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My Latest Fix: Podcasts

After trying to fill the hole in my life that I wrote about in my last blog post, I stumbled upon a new form of entertainment that I had never explored before.


I had never been interested in the idea of podcasts, but I've recently had to spend much more time in the car, and since that unfortunately precludes Netflix watching, podcasts were next on my list.

I had heard about the show The History Chicks and decided that they would be a good first step into podcast listening. And what a great first step it has been! The two hosts are funny, entertaining, and do a wonderful job profiling important women in history. Granted, I am only 4 episodes in, but I would say that is enough time for me tell the research quality and passion of the two ladies creating this show. They've picked varying and interesting topics so far, ranging from Marie Antoinette to Laura Ingalls Wilder, Cinderella, and Abigail Adams.

The only downfall that I can see right now is the sound quality, whi…
Recent posts

What to Watch Now?

Gentle readers, it feels like EVERYTHING enjoyable to watch on TV has ended this past week, and I am at a loss as to how to fill my time now. (Not really. I don't have time to fill, but I'm going to pretend like I do.)

First, Season 2 of Victoria ended in a wonderfully beautiful Christmas final episode that made me wish for December all over again. If you haven't heard of Victoria, check out my last post about the series. Watch Season 1, then go start Season 2. You won't regret it until you reach the end of Season 2 and realize you have to wait until next January.

Second, the Winter Olympics has ended, and my competitive and patriotic heart is suffering without my figure skating, skiing, hockey, and curling fix. I have to wait 4 YEARS until I watch ice dancing again?

My only small consolation now is the Little Women series that will be coming to PBS in May. But that means I have to wait until May. Which is 2 months away. Ugh.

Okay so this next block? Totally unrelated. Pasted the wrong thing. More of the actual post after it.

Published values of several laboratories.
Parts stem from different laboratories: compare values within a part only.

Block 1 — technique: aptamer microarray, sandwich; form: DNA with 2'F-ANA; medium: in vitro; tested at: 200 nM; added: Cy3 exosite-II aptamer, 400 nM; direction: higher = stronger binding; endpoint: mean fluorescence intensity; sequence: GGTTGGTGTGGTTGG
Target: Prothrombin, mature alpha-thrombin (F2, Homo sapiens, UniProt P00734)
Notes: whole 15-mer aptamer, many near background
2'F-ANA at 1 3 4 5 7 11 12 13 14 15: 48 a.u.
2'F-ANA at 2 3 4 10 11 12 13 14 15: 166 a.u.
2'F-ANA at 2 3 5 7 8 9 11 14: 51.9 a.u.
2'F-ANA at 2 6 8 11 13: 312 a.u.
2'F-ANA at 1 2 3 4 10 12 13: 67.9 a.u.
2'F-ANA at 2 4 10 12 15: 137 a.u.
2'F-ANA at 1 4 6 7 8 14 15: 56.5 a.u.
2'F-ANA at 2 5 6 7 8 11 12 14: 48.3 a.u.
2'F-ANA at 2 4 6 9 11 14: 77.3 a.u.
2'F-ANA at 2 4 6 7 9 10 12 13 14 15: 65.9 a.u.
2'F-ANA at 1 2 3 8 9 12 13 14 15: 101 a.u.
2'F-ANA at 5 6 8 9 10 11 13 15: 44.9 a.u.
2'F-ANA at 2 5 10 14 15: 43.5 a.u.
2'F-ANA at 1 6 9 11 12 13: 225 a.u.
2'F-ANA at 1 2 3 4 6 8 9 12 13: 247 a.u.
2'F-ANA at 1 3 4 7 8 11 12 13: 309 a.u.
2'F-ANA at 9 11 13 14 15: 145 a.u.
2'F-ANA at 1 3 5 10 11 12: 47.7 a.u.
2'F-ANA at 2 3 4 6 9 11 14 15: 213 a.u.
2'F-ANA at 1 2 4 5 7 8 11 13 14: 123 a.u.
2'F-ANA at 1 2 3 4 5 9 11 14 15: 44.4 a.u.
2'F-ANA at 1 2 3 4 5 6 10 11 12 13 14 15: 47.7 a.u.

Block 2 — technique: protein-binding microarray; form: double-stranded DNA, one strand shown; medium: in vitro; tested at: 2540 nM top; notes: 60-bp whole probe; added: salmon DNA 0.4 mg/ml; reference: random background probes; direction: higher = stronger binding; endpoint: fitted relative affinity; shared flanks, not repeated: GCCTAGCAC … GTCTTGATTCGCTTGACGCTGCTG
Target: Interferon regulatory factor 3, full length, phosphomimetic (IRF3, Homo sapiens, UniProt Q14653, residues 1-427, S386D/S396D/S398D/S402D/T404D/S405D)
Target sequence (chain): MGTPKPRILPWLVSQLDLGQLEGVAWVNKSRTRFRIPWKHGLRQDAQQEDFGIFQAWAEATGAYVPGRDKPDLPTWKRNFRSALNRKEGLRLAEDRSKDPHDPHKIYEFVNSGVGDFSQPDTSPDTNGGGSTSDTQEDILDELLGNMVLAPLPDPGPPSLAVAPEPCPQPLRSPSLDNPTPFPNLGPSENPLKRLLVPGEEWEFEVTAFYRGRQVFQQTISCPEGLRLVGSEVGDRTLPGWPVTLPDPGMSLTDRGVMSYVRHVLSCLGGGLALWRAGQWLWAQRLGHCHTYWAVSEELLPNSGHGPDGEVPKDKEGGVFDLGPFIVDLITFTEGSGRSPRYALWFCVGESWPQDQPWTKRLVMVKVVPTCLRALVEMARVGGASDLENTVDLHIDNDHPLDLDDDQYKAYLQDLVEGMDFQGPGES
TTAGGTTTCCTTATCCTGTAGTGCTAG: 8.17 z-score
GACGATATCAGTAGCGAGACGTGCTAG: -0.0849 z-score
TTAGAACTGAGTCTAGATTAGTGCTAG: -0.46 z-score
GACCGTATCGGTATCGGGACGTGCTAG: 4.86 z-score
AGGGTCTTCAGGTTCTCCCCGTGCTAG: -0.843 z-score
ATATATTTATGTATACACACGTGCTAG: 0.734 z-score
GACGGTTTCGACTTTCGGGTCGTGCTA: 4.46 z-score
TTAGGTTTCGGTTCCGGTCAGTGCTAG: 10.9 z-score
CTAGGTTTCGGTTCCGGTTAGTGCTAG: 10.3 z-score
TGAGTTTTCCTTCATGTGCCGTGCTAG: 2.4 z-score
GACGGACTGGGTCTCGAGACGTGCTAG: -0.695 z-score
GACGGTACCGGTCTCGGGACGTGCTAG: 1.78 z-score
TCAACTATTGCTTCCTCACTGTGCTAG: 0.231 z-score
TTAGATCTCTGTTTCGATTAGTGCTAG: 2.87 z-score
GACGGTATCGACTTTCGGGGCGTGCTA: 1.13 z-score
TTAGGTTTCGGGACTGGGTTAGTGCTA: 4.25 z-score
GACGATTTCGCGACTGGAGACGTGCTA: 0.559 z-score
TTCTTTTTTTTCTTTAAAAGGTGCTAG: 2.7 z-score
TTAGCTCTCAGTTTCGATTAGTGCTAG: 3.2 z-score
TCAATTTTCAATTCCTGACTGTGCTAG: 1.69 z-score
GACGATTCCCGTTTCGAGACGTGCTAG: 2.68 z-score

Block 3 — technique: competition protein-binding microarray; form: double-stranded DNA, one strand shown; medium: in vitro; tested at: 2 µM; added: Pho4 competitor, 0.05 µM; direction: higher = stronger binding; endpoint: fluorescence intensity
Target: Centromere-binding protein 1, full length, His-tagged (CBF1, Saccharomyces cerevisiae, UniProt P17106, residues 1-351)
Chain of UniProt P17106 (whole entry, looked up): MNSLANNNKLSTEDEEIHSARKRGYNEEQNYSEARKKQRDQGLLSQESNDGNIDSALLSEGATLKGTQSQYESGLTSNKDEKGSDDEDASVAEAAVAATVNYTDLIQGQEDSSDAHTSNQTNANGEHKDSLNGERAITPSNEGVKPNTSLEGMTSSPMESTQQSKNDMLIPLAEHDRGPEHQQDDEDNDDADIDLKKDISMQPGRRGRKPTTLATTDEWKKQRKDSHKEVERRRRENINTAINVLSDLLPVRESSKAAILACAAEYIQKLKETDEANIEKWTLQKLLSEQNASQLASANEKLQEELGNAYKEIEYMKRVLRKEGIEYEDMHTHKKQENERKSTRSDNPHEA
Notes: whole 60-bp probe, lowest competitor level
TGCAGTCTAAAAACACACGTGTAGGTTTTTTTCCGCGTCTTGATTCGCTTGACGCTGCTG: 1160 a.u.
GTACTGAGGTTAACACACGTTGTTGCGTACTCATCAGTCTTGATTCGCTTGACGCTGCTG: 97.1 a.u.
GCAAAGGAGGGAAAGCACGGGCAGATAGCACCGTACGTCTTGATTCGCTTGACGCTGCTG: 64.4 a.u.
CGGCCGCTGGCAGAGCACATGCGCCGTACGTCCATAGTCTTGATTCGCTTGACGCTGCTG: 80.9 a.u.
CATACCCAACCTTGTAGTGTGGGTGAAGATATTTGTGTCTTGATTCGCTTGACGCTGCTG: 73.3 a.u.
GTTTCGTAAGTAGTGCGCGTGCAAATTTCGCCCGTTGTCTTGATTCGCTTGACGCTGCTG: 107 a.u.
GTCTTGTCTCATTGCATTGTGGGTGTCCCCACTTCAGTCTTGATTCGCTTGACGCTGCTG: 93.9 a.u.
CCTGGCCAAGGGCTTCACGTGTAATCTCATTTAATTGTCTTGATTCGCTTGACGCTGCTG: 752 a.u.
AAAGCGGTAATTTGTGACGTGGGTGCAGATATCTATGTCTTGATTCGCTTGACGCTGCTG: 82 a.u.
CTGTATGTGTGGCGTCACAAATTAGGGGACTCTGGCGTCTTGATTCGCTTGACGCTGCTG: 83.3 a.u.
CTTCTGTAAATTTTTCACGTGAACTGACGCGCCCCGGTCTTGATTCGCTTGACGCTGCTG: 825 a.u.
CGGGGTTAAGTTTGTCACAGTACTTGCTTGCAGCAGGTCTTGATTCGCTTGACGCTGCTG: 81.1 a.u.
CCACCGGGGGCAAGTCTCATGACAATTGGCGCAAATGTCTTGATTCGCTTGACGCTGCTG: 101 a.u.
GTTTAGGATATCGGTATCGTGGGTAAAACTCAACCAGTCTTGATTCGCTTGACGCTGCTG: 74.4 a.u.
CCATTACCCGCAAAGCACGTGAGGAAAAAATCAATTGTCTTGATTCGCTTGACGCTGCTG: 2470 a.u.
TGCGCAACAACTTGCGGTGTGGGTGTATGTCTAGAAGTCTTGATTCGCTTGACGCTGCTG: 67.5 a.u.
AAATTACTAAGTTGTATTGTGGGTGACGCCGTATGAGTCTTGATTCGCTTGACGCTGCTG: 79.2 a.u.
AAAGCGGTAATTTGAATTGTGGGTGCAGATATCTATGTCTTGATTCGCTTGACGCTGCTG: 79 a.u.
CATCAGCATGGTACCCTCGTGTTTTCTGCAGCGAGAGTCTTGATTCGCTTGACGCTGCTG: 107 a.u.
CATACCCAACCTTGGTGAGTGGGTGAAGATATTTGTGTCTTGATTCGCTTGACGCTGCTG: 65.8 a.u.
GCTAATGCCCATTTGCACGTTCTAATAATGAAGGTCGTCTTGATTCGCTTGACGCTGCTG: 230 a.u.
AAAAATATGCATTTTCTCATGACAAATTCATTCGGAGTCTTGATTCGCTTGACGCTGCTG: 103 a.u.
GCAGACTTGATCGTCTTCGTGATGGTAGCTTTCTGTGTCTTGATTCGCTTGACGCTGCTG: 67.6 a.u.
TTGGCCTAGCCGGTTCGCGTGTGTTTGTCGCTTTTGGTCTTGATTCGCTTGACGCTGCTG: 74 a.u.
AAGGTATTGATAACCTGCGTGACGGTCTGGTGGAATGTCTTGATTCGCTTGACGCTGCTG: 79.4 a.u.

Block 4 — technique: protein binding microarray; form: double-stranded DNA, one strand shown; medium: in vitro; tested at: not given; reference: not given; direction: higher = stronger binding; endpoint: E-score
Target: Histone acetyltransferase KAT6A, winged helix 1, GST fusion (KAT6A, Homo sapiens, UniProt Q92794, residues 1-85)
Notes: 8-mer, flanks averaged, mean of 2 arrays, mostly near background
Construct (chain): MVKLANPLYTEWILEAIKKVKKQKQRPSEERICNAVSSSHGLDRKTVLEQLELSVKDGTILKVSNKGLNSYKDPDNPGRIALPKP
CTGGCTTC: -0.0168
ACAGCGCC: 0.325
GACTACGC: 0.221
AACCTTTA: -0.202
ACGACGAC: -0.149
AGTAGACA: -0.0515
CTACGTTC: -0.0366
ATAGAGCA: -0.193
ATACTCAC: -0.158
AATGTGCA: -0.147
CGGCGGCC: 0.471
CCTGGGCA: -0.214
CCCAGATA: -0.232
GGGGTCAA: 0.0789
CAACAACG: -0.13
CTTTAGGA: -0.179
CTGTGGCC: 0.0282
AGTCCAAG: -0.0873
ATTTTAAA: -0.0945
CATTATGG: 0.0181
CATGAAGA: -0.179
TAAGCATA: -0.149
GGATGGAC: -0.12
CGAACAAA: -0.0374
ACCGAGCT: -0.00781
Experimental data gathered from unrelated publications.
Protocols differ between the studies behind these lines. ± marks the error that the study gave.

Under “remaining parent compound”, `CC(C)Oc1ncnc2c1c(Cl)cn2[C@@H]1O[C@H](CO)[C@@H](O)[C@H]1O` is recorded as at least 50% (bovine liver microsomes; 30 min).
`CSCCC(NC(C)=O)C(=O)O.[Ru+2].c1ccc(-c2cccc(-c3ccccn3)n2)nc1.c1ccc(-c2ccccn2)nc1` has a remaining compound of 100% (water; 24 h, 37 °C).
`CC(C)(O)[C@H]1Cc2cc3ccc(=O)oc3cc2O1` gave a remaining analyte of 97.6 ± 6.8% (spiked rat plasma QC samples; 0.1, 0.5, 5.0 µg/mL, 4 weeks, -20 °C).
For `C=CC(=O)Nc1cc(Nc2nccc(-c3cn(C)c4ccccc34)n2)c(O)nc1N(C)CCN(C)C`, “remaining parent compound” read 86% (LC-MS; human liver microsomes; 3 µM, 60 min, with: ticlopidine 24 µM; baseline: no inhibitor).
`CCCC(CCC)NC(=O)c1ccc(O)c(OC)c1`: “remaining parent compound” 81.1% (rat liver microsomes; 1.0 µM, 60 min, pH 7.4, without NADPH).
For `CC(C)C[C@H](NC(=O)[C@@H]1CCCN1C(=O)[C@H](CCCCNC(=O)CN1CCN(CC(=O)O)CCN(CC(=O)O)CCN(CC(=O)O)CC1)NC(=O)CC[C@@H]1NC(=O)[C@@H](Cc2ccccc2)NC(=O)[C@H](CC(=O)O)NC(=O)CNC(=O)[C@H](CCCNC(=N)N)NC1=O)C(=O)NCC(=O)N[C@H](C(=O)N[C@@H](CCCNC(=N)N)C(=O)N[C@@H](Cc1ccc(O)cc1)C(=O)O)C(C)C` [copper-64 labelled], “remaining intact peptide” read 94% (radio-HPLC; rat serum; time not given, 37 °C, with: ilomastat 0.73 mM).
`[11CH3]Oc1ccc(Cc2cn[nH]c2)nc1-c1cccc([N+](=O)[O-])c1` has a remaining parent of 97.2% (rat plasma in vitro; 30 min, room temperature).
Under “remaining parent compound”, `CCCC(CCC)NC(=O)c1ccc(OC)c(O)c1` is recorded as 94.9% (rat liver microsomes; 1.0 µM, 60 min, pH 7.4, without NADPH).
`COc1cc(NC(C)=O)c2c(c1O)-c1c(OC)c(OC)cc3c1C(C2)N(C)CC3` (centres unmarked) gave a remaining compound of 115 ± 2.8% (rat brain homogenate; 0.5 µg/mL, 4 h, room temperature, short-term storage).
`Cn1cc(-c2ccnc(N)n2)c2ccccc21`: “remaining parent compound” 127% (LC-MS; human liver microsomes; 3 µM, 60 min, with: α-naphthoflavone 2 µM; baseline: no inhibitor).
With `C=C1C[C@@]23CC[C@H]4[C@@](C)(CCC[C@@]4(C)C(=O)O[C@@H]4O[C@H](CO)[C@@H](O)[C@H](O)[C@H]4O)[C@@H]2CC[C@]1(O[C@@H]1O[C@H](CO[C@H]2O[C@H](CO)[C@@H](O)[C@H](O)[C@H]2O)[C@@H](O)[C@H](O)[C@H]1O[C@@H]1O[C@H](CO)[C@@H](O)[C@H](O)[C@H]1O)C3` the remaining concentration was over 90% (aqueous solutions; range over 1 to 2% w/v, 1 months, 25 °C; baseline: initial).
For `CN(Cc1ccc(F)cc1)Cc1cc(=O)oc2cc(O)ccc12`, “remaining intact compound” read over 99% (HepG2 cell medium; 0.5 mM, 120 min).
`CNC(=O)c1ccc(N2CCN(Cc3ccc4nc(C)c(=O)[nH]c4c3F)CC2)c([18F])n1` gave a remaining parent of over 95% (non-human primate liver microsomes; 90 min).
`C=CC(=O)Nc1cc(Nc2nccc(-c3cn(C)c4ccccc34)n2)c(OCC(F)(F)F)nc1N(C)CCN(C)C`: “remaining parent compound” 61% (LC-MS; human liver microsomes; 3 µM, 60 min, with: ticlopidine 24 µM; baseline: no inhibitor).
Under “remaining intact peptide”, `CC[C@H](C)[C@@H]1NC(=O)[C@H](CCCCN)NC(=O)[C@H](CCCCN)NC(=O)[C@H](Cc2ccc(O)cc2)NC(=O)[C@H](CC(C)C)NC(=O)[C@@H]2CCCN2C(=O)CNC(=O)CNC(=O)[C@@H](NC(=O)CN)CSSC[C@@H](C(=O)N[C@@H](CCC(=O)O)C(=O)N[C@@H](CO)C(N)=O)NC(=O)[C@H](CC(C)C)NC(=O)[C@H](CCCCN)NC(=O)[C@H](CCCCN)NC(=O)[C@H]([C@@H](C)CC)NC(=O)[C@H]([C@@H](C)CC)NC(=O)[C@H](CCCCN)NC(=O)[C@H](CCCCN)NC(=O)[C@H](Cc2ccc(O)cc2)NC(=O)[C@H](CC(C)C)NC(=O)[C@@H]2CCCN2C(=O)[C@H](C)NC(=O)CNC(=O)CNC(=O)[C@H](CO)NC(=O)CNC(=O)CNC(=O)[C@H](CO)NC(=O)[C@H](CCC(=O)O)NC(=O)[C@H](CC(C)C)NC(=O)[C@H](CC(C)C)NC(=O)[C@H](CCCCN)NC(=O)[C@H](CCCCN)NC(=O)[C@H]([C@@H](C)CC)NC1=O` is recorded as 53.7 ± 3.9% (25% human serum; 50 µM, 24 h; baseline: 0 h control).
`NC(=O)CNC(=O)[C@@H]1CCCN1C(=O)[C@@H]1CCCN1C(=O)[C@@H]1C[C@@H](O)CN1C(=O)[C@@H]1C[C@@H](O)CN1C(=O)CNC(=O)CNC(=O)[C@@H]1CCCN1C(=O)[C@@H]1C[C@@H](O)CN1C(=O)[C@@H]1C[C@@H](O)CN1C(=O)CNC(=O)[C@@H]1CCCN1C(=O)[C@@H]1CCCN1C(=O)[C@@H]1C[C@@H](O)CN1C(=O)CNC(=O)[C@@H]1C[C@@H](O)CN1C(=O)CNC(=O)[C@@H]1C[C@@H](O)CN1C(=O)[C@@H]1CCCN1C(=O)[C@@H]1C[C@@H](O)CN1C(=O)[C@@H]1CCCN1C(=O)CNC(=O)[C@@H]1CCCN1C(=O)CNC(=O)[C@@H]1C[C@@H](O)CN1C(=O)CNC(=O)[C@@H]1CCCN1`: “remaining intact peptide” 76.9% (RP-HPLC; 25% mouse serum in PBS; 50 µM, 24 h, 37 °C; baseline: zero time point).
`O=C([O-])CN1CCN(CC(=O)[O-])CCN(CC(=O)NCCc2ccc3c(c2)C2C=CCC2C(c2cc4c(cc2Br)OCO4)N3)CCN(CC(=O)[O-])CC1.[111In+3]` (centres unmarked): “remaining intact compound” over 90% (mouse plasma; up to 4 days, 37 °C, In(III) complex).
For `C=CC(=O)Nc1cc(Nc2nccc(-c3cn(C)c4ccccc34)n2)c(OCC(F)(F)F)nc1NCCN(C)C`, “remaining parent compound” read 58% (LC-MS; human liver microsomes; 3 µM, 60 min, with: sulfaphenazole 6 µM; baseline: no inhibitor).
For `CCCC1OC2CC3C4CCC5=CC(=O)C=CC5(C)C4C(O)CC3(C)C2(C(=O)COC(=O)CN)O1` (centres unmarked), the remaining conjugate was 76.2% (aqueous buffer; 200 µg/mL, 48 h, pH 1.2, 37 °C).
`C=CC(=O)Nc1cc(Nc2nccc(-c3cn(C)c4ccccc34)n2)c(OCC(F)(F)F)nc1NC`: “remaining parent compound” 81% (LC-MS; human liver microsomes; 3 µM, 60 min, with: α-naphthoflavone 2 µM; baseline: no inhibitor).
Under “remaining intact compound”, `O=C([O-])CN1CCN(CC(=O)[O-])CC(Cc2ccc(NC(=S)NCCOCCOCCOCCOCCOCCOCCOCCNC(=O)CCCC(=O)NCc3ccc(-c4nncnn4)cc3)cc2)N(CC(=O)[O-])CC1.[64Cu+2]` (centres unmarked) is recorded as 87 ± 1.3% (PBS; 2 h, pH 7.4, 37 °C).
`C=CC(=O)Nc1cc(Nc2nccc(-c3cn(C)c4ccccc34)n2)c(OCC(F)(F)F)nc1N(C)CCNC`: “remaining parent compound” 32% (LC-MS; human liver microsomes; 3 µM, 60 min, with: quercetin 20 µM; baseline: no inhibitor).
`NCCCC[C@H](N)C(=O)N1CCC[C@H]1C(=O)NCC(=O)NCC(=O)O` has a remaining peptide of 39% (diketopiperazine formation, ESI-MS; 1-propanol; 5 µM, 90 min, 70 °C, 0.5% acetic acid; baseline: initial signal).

So, I'm looking for suggestions! What …

7 Reasons Why Victoria Is Worth Watching

I was lucky enough to have a day off of school this past week, and I spent most of it catching up on grading, but what made it bearable was getting to rewatch the first season of Victoria.

I remember seeing promos for the show in 2016, and putting the season premiere on my calendar in January last year. A PBS production of Victoria's life would have to at least be of decent quality, and knowing my love for The Young Victoria, I had to at least try it.

Ladies and gentlemen, this is the best TV show/period drama production I've seen in years.

And that's saying something, because I watch a lot of period drama.

Here are my reasons why, in no particular order:

1. The costumes. The 1830-1840s were a beautiful time in women's fashion, and they do a fabulous job showcasing it. Victoria's outfits alone would be a reason to watch this show.

2. Jenna Coleman. Not only is she spectacularly beautiful, but she is one of the best actresses I've ever seen. I've seen her i…

A Reintroduction

Greetings gentle readers!

I've been a terrible blogger and exhibited Willoughby like behavior by vanishing from your presence. The past two years have been extremely eventful, including student teaching, graduation from college, the grown-up job of teaching, and now working toward my master's degree.

I'm in need of a project again, and my Jane Austen/period costume drama love can no longer be contained; you can't discuss Pride and Prejudice with pre teens very well can you? (Trust me, I've tried.)